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9 days are not what make travelogues. Not on this blog. But this is a lite version of a lite tour for a very very lite cricket tournament. If Tendulkar hadn’t got that century in the finals, one more void would’ve been created in my porous cricket stats bubble.
Punishment posting

I hope the girls who work for Kingfisher really enjoy their job. Given the background of the airlines, this must be a dream job for air-hostesses (cabin crew rather). However, I’d be keen to know if the flights to and from Colombo are punishment posting for them. The day I was on one of them from Bangalore, the flight was nice and relaxed with the girls all smiling and bonhomie flying in embossed fonts. Just as the final call for boarding might have been made, a large group of people boarded. They were Tamilians and Sinhalese, from India and Sri Lanka. They were all carrying their quota of 3 liquor bottles and a major collection of clothes. What followed was surreal:

Voice on the plane: Hello everyone. Welcome to the Kingfisher Experience. I am Alex, your…

One Indian Tamil who looks like he is the leader of the pack: Andha seat pidi, nee idhe pidi (lit: you catch that seat, you catch this)

One air-hostess who is surprised (if it wasn’t for my “no long words” policy, I’d have said, incredulous) and amused at the same time: Sir, what is your seat number sir.

Alex (continues): … captain for the day. We will be flying to…

One other Indian Tamil: Annen bottle thaanga, inge vaanga (lit: Elder brother, give bottle, come here)

Air-hostess who was surprised and amused is no longer amused: SIR, what is your seat no. SIR.

Alex: … Colombo. On this flight, we will…

One Indian Tamil to a Sri Lankan Tamil: Indha pomble yedho pesudhu yennannu pureele annen (lit: this woman speaks something that I can’t understand, elder brother).

Alex: … be flying at around…

Air-hostess who was not amused has suddenly realised she is hopeless: Sir, please sit in your seats sir. The flight is about to take off… no… no… not the bottles here, they will break.

Air-hostess who was hopeless has now realised she shouldn’t have reported late to work on three successive days which had drawn this punishment flight for her: Sir… no… no… you cannot detach the Kingfisher video screen. That is not free sir.

Alex: … 14000 ft. and the…

Air-hostess who had gone through a phase of realisation suddenly thinks she should handle her guests with more care: Don’t take the Kingfisher video screen, ok? I will give you Kingfisher earphones. Ok, sir. Next time you go in BMTC buses spitting red out of the window, you can still use it. Same colour.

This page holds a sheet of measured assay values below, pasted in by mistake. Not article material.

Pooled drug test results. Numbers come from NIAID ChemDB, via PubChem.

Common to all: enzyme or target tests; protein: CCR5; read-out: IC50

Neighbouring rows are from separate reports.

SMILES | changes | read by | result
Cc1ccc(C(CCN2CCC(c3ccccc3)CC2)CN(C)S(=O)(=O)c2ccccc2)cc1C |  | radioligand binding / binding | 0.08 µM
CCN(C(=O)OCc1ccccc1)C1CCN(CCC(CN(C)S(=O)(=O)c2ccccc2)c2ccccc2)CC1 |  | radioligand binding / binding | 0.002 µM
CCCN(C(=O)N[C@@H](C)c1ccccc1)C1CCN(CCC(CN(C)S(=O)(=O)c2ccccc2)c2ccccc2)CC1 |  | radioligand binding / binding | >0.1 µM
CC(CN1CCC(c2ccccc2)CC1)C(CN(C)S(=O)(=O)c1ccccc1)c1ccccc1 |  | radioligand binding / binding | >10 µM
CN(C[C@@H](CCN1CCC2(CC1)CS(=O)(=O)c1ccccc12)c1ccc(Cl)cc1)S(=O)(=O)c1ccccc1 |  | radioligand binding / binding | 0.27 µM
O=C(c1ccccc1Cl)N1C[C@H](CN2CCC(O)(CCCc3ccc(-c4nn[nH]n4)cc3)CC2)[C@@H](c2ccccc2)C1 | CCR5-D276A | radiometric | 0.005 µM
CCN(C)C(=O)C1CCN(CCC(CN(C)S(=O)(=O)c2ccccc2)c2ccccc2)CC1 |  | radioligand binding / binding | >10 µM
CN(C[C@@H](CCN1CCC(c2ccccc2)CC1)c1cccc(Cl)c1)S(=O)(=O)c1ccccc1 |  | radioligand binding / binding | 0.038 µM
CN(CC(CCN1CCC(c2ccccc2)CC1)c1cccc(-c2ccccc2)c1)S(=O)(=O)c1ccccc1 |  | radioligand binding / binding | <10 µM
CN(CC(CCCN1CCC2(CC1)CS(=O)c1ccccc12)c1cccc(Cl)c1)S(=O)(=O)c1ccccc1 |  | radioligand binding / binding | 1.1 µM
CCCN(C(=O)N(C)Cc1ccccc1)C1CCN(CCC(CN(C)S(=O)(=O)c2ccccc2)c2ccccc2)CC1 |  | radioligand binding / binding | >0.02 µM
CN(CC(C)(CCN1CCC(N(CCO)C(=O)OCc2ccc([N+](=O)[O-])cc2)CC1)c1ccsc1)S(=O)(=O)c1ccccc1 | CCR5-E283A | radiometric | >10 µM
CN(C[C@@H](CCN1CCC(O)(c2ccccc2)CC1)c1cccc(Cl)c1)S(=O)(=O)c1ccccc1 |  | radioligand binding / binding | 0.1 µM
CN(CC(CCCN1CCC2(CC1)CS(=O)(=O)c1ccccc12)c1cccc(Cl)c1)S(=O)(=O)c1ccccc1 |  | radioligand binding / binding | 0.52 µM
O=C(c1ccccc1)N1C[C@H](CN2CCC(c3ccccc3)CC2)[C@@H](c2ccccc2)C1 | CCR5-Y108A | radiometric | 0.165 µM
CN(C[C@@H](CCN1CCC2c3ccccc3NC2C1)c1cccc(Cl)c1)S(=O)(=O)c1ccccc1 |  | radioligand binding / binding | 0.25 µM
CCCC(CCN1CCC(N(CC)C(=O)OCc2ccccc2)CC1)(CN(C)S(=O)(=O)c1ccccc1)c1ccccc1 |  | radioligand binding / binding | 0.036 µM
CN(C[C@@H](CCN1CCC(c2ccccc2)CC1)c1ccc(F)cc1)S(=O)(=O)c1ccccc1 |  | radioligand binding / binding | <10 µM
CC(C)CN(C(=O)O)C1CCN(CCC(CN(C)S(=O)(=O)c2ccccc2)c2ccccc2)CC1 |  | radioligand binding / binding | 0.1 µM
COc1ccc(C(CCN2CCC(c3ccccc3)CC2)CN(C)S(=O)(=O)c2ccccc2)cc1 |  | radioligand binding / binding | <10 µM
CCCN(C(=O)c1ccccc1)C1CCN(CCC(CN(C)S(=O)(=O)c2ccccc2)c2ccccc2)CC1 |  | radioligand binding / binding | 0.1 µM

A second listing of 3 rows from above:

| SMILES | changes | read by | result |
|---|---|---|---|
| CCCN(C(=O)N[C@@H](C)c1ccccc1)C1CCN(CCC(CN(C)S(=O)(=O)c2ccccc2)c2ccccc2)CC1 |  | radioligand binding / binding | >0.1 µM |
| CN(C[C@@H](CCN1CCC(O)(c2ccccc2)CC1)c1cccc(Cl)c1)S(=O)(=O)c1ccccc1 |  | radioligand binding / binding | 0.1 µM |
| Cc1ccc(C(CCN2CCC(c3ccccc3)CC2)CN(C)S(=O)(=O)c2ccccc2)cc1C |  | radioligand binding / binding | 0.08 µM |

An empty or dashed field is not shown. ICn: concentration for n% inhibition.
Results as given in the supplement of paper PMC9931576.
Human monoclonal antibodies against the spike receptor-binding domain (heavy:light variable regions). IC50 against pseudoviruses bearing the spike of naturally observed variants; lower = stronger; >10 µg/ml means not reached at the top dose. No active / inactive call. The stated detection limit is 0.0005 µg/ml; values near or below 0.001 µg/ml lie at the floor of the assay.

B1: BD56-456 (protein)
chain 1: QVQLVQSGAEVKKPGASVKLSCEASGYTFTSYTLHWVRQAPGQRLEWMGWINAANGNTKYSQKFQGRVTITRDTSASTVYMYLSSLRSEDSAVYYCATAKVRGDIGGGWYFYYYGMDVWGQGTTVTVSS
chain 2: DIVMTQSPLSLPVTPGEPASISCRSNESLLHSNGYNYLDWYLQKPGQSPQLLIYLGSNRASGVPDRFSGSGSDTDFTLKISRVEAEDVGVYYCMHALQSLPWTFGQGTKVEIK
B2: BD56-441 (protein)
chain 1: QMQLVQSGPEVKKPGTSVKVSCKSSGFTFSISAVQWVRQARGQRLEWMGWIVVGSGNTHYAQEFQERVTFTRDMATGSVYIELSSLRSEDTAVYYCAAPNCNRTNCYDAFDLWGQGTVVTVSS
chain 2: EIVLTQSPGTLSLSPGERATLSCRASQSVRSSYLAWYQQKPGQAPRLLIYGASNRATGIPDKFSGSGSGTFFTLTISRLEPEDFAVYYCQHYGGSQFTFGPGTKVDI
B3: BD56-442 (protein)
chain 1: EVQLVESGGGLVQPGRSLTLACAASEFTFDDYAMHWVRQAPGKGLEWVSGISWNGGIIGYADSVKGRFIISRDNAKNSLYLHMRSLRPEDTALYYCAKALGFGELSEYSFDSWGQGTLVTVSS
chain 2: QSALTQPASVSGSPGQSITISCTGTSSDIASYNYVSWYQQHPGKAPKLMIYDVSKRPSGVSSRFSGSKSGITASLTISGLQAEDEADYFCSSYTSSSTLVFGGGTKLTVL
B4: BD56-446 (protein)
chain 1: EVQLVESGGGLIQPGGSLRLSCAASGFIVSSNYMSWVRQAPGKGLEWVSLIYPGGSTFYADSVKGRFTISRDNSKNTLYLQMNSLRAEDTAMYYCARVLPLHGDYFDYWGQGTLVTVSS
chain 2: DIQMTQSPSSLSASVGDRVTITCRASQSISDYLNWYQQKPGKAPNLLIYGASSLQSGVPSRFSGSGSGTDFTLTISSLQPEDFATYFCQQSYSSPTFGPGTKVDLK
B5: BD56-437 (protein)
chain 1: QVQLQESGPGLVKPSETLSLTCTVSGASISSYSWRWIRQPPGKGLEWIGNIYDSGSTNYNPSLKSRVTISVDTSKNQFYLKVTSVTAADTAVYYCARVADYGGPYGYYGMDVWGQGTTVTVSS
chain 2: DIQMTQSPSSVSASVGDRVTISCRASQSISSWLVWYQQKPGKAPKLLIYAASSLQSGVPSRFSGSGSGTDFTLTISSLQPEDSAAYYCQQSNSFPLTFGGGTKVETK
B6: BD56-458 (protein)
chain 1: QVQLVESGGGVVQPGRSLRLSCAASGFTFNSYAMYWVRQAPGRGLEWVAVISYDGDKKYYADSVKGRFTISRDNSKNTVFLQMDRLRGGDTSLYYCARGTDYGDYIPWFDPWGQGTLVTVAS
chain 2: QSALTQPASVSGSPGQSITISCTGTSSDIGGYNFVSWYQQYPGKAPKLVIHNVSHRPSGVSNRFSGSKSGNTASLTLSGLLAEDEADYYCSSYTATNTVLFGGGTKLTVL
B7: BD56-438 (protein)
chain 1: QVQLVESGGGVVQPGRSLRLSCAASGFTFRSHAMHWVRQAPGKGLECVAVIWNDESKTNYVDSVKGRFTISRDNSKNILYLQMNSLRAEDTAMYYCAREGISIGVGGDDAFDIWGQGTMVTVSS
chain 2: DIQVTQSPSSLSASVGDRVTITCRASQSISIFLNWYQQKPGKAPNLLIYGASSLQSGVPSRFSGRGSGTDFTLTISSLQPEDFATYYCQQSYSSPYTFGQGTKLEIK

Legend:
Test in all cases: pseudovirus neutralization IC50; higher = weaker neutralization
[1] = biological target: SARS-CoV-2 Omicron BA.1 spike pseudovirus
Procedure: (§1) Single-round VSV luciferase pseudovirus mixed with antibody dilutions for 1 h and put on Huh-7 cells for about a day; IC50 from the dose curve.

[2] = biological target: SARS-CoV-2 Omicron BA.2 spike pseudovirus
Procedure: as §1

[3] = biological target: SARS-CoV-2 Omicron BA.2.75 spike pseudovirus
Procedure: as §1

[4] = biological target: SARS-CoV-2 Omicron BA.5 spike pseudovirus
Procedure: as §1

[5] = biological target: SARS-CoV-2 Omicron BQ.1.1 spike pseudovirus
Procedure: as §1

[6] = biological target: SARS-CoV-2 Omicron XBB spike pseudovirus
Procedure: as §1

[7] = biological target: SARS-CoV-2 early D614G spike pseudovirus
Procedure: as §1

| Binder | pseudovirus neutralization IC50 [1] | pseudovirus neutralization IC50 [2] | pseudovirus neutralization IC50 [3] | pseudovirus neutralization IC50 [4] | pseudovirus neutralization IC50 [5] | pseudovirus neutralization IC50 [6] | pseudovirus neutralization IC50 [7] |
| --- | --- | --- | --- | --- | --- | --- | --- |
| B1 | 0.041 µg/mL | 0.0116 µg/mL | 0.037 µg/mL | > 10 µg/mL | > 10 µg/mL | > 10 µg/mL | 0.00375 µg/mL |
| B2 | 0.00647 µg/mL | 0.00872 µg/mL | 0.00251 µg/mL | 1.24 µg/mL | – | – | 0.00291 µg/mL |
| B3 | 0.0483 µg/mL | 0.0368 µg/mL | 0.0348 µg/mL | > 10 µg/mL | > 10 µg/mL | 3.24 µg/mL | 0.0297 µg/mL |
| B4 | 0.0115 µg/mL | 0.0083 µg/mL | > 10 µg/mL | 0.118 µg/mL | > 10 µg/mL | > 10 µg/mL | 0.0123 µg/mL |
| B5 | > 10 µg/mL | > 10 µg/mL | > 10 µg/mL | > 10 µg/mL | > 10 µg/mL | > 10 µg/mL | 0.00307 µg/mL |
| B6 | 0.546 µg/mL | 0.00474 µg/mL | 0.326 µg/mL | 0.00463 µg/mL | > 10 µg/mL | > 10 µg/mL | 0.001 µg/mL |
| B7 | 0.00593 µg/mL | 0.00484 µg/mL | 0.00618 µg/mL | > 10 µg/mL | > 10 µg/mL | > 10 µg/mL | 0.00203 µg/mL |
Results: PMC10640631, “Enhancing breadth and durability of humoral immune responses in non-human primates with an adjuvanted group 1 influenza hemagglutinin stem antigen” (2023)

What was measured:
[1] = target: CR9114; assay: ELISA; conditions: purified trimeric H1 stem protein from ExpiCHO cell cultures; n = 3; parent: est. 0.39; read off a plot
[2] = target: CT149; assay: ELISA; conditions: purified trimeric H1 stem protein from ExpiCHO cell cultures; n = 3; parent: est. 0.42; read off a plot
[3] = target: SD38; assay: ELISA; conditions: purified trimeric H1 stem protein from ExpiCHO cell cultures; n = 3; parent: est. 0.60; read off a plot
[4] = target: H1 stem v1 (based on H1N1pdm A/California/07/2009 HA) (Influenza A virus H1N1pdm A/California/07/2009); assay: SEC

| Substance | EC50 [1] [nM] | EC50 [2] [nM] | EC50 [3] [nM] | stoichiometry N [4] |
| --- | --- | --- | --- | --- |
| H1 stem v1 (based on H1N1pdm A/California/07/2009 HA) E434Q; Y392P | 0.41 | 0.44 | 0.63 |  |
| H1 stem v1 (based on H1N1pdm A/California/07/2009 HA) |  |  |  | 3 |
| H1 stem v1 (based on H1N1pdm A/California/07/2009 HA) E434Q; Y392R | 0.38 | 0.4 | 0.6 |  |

One Sri Lankan Tamil to Indian Tamil: Malli, indha tv ye naam edukka yeladhan. (lit: Dude, this tv can’t be taken by us, it seems).

Alex: … weather in Colombo is pleasant at…

One Indian Tamil to the air-hostess whose motherly attitude is about to be shattered: Beer. Beer. (lit: Beer. Beer.)

Air-hostess now so frustrated she laughs involuntarily: Later, (laughs) ok. You will (laughs) get Kingfisher beer can (laughs) later. (Guffaws) Ok?

Alex: … around a comfortable 28 deg. C and …

The Tamilian in the seat to my front to the Tamilian in the seat next to him: Dei, verkudille? (lit: Hey, sweating, no?)

Me (thinking): Adhu seri (lit: that’s right)

Alex: … humidity of around 80% and there are…

All this while the seats next to me are vacant. So happy. But the ringleader, under pressure from an air-hostess ordering him to sit down just sits in the aisle seat. And I am not joking, he tore a part of the day’s Hindu and blew his nose into it.

Me (thinking): Adhu seri (lit: that’s right)

Alex: … small clouds on the way, but nothing to worry about…

Air-hostess now overcome with melancholy, thinking: Dude, how I wish I could worry about the clouds.

Alex:… so relax…

Melancholic air-hostess now surprised, incredulous too: huh!

Alex: … and enjoy the Kingfisher experience.

Me (thinking): Adhu seri (lit: that’s right).

The Businessmen

I later learn that these guys travel between India and Sri Lanka with liquor and clothes. Clothes there are cheaper to stitch and liquor is, well, easy to sell. They make around Rs. 2500 per head during these trips which last not more than 2 days. Not a bad business and I’m already thinking of a future job change.
The immigration in Colombo is so chaotic that I don’t realise I’m standing in the line with these future millionaires. None of them seem to have valid documents and the officer there knows a money-making opportunity when he sees one. All this is not good for me and change lanes around 3 times. In the end, I’m at the end. “No doing bisnes ok,” the officer warns me.